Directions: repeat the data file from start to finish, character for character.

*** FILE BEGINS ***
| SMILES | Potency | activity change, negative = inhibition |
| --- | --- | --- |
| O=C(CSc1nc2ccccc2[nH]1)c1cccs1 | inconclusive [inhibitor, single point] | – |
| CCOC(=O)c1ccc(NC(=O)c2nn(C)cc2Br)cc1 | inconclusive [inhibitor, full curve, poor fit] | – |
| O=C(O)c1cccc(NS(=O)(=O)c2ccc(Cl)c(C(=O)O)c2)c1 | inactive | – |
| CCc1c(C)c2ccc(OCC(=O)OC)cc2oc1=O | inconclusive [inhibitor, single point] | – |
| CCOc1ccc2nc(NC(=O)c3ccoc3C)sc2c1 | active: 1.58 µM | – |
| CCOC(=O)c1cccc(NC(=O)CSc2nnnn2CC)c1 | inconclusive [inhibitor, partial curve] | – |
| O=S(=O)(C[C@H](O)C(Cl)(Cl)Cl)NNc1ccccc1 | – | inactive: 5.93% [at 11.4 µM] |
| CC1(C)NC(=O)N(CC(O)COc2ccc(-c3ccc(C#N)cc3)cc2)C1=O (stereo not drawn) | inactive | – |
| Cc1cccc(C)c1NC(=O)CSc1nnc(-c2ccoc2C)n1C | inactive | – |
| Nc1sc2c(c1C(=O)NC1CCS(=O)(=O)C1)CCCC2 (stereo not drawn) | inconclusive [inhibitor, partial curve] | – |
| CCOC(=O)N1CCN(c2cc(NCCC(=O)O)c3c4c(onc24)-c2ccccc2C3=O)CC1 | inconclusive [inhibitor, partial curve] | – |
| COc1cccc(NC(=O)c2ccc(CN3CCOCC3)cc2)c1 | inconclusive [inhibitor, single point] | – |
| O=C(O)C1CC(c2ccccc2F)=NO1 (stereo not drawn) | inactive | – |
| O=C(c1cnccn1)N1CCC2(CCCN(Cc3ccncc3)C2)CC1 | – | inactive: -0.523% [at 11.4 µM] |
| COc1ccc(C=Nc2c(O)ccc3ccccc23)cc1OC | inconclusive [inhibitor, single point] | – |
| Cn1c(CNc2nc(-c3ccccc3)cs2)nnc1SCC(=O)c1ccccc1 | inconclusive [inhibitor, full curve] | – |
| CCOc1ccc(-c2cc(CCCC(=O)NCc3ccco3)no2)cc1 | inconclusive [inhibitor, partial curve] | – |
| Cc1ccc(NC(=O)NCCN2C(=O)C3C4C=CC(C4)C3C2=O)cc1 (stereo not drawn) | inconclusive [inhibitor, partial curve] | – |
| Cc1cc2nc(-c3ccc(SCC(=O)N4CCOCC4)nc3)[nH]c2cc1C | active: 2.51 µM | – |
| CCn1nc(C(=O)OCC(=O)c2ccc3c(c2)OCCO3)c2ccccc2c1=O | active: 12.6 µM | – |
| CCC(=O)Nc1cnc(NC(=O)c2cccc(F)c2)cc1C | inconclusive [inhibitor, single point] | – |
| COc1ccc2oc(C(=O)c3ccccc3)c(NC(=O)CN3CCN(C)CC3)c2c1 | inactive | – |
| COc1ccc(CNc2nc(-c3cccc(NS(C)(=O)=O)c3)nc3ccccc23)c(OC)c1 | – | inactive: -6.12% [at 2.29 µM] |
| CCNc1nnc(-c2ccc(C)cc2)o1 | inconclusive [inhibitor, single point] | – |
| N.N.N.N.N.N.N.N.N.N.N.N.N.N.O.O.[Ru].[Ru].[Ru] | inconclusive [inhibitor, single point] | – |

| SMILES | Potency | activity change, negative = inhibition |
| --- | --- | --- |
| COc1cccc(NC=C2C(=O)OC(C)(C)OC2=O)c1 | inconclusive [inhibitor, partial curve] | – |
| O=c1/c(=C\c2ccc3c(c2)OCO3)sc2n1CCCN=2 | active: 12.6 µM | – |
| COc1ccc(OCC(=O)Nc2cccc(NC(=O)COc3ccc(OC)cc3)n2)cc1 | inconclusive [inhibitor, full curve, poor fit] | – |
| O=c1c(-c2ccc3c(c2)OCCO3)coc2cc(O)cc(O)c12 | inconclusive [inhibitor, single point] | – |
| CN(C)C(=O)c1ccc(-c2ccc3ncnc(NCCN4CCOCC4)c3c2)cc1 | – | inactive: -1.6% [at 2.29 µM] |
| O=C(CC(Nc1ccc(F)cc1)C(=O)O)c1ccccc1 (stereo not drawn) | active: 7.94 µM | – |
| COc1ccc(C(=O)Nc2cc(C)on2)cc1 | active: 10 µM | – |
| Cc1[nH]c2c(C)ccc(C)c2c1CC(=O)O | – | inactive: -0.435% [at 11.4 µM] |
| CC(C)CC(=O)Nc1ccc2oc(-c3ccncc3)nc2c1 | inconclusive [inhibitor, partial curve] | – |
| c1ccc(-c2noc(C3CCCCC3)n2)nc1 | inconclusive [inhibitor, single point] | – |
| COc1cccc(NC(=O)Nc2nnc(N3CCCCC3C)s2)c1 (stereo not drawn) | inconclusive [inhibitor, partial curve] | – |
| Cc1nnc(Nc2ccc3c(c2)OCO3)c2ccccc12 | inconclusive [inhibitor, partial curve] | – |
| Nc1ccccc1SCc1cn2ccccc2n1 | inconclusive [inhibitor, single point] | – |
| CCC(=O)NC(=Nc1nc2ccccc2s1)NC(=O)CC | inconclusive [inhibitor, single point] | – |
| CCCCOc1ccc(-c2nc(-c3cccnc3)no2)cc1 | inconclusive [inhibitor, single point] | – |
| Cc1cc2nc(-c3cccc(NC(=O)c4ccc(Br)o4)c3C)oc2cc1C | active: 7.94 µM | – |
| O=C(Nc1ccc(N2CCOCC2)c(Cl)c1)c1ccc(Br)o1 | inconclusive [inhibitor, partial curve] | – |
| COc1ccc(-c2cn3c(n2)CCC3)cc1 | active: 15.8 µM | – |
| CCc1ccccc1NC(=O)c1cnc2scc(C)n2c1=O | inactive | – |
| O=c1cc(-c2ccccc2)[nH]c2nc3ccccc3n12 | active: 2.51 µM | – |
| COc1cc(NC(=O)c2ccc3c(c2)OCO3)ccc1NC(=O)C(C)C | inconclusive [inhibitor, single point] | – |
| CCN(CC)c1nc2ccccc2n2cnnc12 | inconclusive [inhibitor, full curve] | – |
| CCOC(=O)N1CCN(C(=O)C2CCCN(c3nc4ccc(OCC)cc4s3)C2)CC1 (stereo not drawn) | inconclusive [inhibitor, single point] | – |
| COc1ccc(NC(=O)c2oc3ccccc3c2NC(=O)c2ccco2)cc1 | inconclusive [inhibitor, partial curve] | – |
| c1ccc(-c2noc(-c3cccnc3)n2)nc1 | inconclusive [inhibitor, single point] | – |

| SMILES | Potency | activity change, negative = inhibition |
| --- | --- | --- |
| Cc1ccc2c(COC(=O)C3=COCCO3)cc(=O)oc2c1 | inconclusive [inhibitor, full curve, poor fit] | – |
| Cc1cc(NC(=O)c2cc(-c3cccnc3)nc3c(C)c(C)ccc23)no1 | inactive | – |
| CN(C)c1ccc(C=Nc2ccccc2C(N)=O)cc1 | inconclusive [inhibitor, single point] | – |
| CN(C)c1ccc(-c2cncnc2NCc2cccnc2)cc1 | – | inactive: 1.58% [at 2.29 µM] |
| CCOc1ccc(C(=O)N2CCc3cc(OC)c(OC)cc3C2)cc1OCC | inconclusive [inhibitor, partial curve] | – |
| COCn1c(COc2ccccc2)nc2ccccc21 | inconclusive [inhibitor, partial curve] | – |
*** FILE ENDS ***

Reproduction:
| SMILES | Potency | activity change, negative = inhibition |
| --- | --- | --- |
| O=C(CSc1nc2ccccc2[nH]1)c1cccs1 | inconclusive [inhibitor, single point] | – |
| CCOC(=O)c1ccc(NC(=O)c2nn(C)cc2Br)cc1 | inconclusive [inhibitor, full curve, poor fit] | – |
| O=C(O)c1cccc(NS(=O)(=O)c2ccc(Cl)c(C(=O)O)c2)c1 | inactive | – |
| CCc1c(C)c2ccc(OCC(=O)OC)cc2oc1=O | inconclusive [inhibitor, single point] | – |
| CCOc1ccc2nc(NC(=O)c3ccoc3C)sc2c1 | active: 1.58 µM | – |
| CCOC(=O)c1cccc(NC(=O)CSc2nnnn2CC)c1 | inconclusive [inhibitor, partial curve] | – |
| O=S(=O)(C[C@H](O)C(Cl)(Cl)Cl)NNc1ccccc1 | – | inactive: 5.93% [at 11.4 µM] |
| CC1(C)NC(=O)N(CC(O)COc2ccc(-c3ccc(C#N)cc3)cc2)C1=O (stereo not drawn) | inactive | – |
| Cc1cccc(C)c1NC(=O)CSc1nnc(-c2ccoc2C)n1C | inactive | – |
| Nc1sc2c(c1C(=O)NC1CCS(=O)(=O)C1)CCCC2 (stereo not drawn) | inconclusive [inhibitor, partial curve] | – |
| CCOC(=O)N1CCN(c2cc(NCCC(=O)O)c3c4c(onc24)-c2ccccc2C3=O)CC1 | inconclusive [inhibitor, partial curve] | – |
| COc1cccc(NC(=O)c2ccc(CN3CCOCC3)cc2)c1 | inconclusive [inhibitor, single point] | – |
| O=C(O)C1CC(c2ccccc2F)=NO1 (stereo not drawn) | inactive | – |
| O=C(c1cnccn1)N1CCC2(CCCN(Cc3ccncc3)C2)CC1 | – | inactive: -0.523% [at 11.4 µM] |
| COc1ccc(C=Nc2c(O)ccc3ccccc23)cc1OC | inconclusive [inhibitor, single point] | – |
| Cn1c(CNc2nc(-c3ccccc3)cs2)nnc1SCC(=O)c1ccccc1 | inconclusive [inhibitor, full curve] | – |
| CCOc1ccc(-c2cc(CCCC(=O)NCc3ccco3)no2)cc1 | inconclusive [inhibitor, partial curve] | – |
| Cc1ccc(NC(=O)NCCN2C(=O)C3C4C=CC(C4)C3C2=O)cc1 (stereo not drawn) | inconclusive [inhibitor, partial curve] | – |
| Cc1cc2nc(-c3ccc(SCC(=O)N4CCOCC4)nc3)[nH]c2cc1C | active: 2.51 µM | – |
| CCn1nc(C(=O)OCC(=O)c2ccc3c(c2)OCCO3)c2ccccc2c1=O | active: 12.6 µM | – |
| CCC(=O)Nc1cnc(NC(=O)c2cccc(F)c2)cc1C | inconclusive [inhibitor, single point] | – |
| COc1ccc2oc(C(=O)c3ccccc3)c(NC(=O)CN3CCN(C)CC3)c2c1 | inactive | – |
| COc1ccc(CNc2nc(-c3cccc(NS(C)(=O)=O)c3)nc3ccccc23)c(OC)c1 | – | inactive: -6.12% [at 2.29 µM] |
| CCNc1nnc(-c2ccc(C)cc2)o1 | inconclusive [inhibitor, single point] | – |
| N.N.N.N.N.N.N.N.N.N.N.N.N.N.O.O.[Ru].[Ru].[Ru] | inconclusive [inhibitor, single point] | – |

| SMILES | Potency | activity change, negative = inhibition |
| --- | --- | --- |
| COc1cccc(NC=C2C(=O)OC(C)(C)OC2=O)c1 | inconclusive [inhibitor, partial curve] | – |
| O=c1/c(=C\c2ccc3c(c2)OCO3)sc2n1CCCN=2 | active: 12.6 µM | – |
| COc1ccc(OCC(=O)Nc2cccc(NC(=O)COc3ccc(OC)cc3)n2)cc1 | inconclusive [inhibitor, full curve, poor fit] | – |
| O=c1c(-c2ccc3c(c2)OCCO3)coc2cc(O)cc(O)c12 | inconclusive [inhibitor, single point] | – |
| CN(C)C(=O)c1ccc(-c2ccc3ncnc(NCCN4CCOCC4)c3c2)cc1 | – | inactive: -1.6% [at 2.29 µM] |
| O=C(CC(Nc1ccc(F)cc1)C(=O)O)c1ccccc1 (stereo not drawn) | active: 7.94 µM | – |
| COc1ccc(C(=O)Nc2cc(C)on2)cc1 | active: 10 µM | – |
| Cc1[nH]c2c(C)ccc(C)c2c1CC(=O)O | – | inactive: -0.435% [at 11.4 µM] |
| CC(C)CC(=O)Nc1ccc2oc(-c3ccncc3)nc2c1 | inconclusive [inhibitor, partial curve] | – |
| c1ccc(-c2noc(C3CCCCC3)n2)nc1 | inconclusive [inhibitor, single point] | – |
| COc1cccc(NC(=O)Nc2nnc(N3CCCCC3C)s2)c1 (stereo not drawn) | inconclusive [inhibitor, partial curve] | – |
| Cc1nnc(Nc2ccc3c(c2)OCO3)c2ccccc12 | inconclusive [inhibitor, partial curve] | – |
| Nc1ccccc1SCc1cn2ccccc2n1 | inconclusive [inhibitor, single point] | – |
| CCC(=O)NC(=Nc1nc2ccccc2s1)NC(=O)CC | inconclusive [inhibitor, single point] | – |
| CCCCOc1ccc(-c2nc(-c3cccnc3)no2)cc1 | inconclusive [inhibitor, single point] | – |
| Cc1cc2nc(-c3cccc(NC(=O)c4ccc(Br)o4)c3C)oc2cc1C | active: 7.94 µM | – |
| O=C(Nc1ccc(N2CCOCC2)c(Cl)c1)c1ccc(Br)o1 | inconclusive [inhibitor, partial curve] | – |
| COc1ccc(-c2cn3c(n2)CCC3)cc1 | active: 15.8 µM | – |
| CCc1ccccc1NC(=O)c1cnc2scc(C)n2c1=O | inactive | – |
| O=c1cc(-c2ccccc2)[nH]c2nc3ccccc3n12 | active: 2.51 µM | – |
| COc1cc(NC(=O)c2ccc3c(c2)OCO3)ccc1NC(=O)C(C)C | inconclusive [inhibitor, single point] | – |
| CCN(CC)c1nc2ccccc2n2cnnc12 | inconclusive [inhibitor, full curve] | – |
| CCOC(=O)N1CCN(C(=O)C2CCCN(c3nc4ccc(OCC)cc4s3)C2)CC1 (stereo not drawn) | inconclusive [inhibitor, single point] | – |
| COc1ccc(NC(=O)c2oc3ccccc3c2NC(=O)c2ccco2)cc1 | inconclusive [inhibitor, partial curve] | – |
| c1ccc(-c2noc(-c3cccnc3)n2)nc1 | inconclusive [inhibitor, single point] | – |

| SMILES | Potency | activity change, negative = inhibition |
| --- | --- | --- |
| Cc1ccc2c(COC(=O)C3=COCCO3)cc(=O)oc2c1 | inconclusive [inhibitor, full curve, poor fit] | – |
| Cc1cc(NC(=O)c2cc(-c3cccnc3)nc3c(C)c(C)ccc23)no1 | inactive | – |
| CN(C)c1ccc(C=Nc2ccccc2C(N)=O)cc1 | inconclusive [inhibitor, single point] | – |
| CN(C)c1ccc(-c2cncnc2NCc2cccnc2)cc1 | – | inactive: 1.58% [at 2.29 µM] |
| CCOc1ccc(C(=O)N2CCc3cc(OC)c(OC)cc3C2)cc1OCC | inconclusive [inhibitor, partial curve] | – |
| COCn1c(COc2ccccc2)nc2ccccc21 | inconclusive [inhibitor, partial curve] | – |